When the rivers retreat from historic and deadly winter flooding, leaving amid the silt a massive cleanup and recovery effort likely to take weeks if not months, people have to find a new way to continue their life.

The level of global change we’re experiencing now presents many interconnected, multi-faceted challenges that have affected and will affect different countries in different ways. It is hard to tell as a layperson what this means, but the experts have long since warned that the most severe effects in the UK would be powerful storms and increased flooding. There has been very little to suggest that the government has taken these warnings seriously, as they still seem to operate on the principle that it’s better to be sorry than safe. But they can’t keep living in denial, we are living in a different world. The Earth has warmed by one degree and it’s time we started acting like it. {UK flooding: the new normal in a changed climate}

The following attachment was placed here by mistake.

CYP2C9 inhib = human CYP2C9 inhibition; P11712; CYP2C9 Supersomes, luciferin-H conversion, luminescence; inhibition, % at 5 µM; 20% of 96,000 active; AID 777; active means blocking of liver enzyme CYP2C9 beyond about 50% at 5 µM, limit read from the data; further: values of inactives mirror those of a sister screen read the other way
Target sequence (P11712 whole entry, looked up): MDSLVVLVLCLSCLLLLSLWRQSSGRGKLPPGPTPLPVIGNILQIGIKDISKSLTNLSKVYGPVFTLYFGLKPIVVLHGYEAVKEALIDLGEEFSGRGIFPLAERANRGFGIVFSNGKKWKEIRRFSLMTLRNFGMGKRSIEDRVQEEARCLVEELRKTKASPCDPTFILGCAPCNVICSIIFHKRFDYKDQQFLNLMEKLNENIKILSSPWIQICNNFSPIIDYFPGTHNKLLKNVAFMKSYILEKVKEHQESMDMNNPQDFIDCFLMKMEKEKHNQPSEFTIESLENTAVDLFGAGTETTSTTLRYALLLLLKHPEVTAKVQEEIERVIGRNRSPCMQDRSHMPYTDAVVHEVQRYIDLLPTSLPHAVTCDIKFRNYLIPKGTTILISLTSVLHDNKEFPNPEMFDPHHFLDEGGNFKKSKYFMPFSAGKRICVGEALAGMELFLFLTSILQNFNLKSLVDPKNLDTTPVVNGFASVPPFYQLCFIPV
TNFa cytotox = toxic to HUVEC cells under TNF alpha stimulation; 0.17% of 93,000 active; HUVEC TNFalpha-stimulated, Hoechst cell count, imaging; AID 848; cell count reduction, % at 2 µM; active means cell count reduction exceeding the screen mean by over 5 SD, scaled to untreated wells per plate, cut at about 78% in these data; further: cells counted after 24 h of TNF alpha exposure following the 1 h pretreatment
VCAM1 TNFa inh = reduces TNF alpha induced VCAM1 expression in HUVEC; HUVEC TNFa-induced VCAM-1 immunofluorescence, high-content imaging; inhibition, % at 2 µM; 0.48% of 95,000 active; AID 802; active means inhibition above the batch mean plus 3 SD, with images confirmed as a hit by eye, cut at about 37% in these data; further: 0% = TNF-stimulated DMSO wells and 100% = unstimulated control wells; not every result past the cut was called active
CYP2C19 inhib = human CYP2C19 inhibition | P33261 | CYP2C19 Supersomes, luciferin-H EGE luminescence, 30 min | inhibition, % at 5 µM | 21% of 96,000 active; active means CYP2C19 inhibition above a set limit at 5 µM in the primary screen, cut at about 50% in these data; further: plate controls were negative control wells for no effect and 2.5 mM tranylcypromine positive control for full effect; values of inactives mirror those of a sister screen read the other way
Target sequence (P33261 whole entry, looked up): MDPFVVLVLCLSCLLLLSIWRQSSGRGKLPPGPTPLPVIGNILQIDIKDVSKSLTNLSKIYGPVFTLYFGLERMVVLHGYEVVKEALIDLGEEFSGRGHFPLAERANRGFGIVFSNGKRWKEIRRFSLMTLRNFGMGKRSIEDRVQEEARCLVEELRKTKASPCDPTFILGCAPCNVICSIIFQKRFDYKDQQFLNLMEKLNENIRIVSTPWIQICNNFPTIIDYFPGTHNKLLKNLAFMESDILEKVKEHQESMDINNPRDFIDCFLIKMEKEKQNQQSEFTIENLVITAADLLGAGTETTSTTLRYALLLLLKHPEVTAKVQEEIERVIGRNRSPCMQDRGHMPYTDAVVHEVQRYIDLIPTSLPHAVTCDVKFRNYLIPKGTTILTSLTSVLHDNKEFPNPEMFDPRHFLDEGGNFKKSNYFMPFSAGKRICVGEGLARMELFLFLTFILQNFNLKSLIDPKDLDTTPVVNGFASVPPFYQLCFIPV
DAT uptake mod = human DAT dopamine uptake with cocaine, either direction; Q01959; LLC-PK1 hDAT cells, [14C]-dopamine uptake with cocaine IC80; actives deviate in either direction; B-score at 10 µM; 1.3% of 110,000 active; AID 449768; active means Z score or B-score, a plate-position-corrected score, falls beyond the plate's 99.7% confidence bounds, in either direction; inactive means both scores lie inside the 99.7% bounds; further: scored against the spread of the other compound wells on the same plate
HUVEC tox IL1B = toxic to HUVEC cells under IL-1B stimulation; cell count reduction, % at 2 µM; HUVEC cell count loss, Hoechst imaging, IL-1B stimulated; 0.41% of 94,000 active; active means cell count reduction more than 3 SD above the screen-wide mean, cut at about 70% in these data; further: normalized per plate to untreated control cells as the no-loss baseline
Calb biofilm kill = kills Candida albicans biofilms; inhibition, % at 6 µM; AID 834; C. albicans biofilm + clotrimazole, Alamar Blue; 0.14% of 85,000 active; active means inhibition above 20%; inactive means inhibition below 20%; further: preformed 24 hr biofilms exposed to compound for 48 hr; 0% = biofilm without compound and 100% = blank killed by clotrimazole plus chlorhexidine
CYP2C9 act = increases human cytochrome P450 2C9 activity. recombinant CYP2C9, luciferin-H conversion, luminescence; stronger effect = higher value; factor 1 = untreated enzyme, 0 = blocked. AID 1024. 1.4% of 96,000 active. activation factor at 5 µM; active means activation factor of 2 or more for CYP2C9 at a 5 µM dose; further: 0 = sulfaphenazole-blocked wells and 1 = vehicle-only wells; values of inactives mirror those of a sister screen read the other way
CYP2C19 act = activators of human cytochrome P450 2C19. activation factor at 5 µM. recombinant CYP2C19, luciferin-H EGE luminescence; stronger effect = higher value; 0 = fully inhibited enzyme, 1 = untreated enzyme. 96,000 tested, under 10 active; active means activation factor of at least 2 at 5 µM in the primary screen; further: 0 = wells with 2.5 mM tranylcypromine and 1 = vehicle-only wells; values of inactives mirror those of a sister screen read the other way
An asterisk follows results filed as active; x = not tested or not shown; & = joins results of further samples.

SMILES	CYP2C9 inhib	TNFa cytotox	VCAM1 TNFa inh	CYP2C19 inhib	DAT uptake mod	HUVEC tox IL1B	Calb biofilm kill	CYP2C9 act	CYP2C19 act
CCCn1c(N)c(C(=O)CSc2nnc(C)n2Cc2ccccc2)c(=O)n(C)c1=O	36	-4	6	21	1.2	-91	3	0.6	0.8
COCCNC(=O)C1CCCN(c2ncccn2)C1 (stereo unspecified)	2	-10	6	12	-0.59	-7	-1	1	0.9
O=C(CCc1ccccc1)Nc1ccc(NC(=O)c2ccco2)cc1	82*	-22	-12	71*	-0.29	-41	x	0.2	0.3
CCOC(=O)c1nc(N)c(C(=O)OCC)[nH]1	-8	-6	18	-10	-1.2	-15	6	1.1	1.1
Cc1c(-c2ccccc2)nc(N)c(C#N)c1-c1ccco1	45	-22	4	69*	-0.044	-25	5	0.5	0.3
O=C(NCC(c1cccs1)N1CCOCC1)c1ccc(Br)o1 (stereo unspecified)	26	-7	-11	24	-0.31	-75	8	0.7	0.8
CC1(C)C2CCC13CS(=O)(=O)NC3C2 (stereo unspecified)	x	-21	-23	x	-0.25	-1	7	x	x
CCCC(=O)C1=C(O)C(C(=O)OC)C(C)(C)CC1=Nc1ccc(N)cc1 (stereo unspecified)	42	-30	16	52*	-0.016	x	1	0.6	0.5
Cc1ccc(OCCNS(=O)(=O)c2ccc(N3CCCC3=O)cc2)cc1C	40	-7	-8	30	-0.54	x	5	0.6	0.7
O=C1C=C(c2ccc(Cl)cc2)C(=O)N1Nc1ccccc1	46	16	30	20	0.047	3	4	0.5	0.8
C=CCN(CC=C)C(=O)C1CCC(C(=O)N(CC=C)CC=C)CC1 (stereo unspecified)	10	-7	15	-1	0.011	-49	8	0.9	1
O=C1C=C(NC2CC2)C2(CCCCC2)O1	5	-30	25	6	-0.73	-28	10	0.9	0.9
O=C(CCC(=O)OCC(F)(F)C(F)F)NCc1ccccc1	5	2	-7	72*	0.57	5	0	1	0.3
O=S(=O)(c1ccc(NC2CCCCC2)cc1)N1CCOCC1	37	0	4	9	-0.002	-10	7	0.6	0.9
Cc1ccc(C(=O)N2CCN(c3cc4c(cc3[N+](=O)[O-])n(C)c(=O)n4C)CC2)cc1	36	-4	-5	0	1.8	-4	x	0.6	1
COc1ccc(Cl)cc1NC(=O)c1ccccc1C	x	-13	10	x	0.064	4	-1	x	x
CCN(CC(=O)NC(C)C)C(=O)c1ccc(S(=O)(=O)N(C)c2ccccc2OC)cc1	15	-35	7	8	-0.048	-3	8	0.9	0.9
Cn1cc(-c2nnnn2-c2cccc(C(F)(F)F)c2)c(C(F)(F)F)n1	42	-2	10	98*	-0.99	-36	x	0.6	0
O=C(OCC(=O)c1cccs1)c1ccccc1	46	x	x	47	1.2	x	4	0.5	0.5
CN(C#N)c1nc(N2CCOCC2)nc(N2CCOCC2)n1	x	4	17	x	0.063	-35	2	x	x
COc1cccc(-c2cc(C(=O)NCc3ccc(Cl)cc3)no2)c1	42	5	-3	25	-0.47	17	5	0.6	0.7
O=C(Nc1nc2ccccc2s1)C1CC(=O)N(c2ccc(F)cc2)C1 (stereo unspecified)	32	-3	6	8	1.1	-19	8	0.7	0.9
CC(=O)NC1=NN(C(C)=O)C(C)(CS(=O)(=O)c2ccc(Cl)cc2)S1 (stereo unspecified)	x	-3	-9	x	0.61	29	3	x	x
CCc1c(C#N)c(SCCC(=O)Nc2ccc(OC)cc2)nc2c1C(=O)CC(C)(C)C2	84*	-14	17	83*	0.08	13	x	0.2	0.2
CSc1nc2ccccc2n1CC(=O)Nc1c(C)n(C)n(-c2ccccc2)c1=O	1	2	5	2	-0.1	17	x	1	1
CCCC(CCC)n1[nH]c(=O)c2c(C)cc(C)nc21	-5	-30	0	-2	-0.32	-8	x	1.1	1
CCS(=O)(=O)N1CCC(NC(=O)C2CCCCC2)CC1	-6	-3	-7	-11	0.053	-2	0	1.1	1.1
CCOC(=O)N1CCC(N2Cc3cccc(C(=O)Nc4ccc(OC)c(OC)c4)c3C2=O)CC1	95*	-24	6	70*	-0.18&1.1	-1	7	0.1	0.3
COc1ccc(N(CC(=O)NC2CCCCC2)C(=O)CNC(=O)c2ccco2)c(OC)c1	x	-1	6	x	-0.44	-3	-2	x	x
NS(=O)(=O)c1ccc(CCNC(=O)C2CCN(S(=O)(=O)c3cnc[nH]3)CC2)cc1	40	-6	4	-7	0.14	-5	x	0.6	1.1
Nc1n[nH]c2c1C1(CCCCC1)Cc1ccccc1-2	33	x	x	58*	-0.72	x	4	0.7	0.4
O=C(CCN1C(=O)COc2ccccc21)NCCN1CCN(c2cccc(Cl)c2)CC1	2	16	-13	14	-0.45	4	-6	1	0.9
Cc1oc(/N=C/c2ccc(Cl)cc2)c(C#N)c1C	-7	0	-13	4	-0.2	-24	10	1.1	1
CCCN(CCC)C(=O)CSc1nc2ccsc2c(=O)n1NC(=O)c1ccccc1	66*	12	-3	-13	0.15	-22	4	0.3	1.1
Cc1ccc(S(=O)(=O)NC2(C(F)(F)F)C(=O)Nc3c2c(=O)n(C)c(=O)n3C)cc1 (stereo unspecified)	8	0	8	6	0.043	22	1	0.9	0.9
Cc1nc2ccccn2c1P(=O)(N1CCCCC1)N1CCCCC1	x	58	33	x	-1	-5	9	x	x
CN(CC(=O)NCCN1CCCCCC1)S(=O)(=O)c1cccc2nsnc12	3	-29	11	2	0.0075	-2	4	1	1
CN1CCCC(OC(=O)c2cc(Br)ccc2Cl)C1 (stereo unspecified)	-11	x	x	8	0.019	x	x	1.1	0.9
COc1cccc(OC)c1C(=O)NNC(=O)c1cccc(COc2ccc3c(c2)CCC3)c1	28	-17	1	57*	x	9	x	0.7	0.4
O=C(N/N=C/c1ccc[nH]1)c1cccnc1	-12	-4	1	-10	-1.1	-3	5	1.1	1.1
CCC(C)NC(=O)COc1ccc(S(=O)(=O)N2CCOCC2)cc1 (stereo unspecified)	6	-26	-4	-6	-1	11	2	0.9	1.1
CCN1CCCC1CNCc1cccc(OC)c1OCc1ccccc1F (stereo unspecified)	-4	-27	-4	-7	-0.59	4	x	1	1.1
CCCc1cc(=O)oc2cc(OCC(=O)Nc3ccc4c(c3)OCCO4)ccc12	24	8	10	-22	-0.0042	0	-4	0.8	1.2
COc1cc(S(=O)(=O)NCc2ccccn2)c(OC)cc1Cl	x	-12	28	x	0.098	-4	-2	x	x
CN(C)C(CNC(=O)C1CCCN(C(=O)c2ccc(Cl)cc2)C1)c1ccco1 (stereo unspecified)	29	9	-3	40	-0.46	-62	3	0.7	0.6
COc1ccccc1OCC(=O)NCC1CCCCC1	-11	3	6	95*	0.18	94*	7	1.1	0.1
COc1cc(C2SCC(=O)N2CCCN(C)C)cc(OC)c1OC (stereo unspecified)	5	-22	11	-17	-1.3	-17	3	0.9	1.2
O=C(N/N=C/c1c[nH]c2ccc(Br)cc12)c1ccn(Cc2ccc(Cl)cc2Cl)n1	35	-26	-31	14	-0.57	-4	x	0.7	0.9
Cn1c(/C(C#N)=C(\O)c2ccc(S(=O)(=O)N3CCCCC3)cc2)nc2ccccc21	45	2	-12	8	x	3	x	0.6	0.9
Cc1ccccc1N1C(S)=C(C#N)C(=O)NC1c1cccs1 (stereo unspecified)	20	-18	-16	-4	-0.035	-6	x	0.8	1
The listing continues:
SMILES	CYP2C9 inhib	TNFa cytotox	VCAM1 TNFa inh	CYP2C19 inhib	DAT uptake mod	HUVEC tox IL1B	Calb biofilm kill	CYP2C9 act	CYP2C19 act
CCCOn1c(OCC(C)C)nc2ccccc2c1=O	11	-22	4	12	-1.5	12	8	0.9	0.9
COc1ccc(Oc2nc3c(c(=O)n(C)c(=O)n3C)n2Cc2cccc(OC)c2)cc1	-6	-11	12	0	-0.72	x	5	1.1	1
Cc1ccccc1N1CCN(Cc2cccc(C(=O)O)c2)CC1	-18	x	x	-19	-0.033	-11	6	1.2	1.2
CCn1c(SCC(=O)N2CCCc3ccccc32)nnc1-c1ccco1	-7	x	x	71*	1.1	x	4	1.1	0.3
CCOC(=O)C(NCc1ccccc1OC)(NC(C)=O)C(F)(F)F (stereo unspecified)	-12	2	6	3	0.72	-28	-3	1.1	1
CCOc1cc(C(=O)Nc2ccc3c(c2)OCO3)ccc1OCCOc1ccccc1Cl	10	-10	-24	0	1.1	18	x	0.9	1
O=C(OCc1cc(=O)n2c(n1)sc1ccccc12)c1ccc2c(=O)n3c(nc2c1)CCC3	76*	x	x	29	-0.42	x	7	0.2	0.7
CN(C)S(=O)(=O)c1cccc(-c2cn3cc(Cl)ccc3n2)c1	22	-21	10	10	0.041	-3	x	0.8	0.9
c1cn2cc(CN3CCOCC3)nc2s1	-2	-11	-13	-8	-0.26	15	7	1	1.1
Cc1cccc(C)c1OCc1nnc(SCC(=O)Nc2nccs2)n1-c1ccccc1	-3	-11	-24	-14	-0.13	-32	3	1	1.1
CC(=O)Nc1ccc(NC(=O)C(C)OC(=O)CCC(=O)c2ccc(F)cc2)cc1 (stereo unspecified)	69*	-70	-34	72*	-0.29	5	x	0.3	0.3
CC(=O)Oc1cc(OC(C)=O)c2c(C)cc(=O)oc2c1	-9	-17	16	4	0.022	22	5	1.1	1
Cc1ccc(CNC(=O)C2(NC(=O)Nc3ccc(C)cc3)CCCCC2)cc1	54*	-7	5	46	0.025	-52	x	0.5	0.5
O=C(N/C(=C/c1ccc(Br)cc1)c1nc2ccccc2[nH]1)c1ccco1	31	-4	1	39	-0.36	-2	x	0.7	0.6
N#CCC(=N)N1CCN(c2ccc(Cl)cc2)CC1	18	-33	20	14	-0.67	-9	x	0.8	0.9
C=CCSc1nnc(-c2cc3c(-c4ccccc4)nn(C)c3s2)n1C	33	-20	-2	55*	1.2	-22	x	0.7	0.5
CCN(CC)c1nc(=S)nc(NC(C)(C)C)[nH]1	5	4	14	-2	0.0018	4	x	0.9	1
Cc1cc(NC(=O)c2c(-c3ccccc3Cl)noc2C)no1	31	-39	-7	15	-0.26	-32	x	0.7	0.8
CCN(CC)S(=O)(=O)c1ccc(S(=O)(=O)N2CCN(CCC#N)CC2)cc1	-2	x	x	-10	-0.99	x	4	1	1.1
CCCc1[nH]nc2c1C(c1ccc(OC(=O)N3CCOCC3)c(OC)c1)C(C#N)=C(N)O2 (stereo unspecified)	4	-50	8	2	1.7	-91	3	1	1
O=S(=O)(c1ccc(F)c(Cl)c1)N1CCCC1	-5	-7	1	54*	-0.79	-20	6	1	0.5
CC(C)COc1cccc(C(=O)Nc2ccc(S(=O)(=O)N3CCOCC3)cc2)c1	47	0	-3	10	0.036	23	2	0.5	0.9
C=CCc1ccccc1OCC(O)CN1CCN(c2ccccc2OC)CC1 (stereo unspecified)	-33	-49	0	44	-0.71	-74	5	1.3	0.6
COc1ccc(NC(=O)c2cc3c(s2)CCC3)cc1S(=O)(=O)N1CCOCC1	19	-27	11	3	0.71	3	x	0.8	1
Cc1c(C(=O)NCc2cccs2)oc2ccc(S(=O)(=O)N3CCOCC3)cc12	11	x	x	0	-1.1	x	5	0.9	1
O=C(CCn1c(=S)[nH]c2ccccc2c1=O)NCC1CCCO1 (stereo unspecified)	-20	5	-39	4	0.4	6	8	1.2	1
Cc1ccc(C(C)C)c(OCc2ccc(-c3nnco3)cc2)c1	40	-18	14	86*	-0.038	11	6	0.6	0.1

Going into a new year lets think about all those people who are experiencing the worst things people can endure, war, floods …. and let us hope more people shall be willing to stand ready for them in need and help them to find the good things in life again.

May the good things in your life also be more lightening than your bad experiences of the year and let 2016 be a year of good health and a progression in the good direction.

God bless.

+

Further readings

  1. When life spills over the edge – can you help?